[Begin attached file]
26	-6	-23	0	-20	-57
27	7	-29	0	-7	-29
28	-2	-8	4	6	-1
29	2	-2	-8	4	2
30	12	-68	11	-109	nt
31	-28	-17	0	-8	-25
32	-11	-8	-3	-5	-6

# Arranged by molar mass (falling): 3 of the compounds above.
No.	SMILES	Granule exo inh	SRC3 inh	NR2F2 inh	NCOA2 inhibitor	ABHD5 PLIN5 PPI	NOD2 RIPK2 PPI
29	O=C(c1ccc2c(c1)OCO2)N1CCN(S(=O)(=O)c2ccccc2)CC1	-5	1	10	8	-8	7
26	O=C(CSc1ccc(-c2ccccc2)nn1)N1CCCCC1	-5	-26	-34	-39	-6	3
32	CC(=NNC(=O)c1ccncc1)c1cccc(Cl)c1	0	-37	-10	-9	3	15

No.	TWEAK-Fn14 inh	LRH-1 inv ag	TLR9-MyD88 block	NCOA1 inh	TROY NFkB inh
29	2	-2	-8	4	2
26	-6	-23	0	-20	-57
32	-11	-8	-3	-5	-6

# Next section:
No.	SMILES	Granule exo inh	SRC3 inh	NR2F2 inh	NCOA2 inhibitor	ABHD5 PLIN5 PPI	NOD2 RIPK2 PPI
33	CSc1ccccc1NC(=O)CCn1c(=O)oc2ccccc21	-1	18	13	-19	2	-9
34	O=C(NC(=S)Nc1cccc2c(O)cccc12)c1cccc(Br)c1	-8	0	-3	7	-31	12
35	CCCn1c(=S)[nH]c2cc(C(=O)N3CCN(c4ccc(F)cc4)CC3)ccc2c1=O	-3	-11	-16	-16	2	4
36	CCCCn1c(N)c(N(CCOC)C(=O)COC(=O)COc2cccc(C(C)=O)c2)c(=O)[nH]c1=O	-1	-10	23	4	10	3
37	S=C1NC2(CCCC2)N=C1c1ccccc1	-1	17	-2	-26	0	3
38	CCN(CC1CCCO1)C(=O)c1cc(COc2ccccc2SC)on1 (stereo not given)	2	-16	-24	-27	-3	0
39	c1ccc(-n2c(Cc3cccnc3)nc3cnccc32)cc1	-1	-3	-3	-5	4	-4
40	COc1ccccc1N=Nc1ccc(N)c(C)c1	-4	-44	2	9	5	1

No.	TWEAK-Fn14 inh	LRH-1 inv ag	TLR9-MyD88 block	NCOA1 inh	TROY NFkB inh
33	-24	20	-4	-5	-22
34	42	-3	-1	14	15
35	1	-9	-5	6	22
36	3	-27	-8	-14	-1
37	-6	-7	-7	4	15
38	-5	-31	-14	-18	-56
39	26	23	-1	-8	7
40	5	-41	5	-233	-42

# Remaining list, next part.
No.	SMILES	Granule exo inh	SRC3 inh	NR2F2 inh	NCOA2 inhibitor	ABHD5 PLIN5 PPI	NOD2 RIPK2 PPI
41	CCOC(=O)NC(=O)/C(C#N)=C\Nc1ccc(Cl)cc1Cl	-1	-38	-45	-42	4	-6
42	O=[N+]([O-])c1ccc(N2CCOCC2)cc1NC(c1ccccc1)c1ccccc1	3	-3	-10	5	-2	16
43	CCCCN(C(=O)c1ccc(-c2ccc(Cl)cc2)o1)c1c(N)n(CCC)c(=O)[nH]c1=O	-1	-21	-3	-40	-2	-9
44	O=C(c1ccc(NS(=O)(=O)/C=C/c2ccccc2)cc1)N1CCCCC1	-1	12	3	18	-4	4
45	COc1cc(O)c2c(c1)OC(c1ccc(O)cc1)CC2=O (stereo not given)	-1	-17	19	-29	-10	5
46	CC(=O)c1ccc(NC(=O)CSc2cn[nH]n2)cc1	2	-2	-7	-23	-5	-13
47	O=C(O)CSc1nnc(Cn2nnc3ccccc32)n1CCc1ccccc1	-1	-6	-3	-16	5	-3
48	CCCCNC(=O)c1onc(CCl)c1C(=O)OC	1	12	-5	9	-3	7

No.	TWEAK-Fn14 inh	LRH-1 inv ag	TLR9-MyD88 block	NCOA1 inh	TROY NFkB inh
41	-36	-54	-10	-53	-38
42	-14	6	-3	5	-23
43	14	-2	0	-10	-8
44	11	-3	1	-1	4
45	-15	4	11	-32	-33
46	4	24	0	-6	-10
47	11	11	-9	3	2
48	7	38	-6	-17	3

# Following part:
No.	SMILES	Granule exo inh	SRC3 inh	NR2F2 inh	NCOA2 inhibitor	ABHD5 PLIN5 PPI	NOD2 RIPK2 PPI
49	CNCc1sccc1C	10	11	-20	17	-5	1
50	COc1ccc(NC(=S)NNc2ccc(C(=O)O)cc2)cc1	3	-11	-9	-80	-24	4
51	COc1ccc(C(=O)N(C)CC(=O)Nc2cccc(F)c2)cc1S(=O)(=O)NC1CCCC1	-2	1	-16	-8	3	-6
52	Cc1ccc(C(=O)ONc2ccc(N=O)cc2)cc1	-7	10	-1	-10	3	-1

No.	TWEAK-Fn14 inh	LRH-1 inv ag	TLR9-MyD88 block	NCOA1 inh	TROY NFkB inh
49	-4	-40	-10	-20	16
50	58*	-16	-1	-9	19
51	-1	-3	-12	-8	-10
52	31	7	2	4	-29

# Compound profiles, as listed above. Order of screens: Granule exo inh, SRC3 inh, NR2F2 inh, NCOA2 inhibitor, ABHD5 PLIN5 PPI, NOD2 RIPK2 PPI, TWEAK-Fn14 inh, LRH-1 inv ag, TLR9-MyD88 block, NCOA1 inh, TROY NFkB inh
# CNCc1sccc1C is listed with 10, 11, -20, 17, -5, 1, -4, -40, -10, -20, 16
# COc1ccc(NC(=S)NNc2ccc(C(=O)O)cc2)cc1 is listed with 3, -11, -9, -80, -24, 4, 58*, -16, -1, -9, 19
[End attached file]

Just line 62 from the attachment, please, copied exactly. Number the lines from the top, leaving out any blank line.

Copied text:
49	-4	-40	-10	-20	16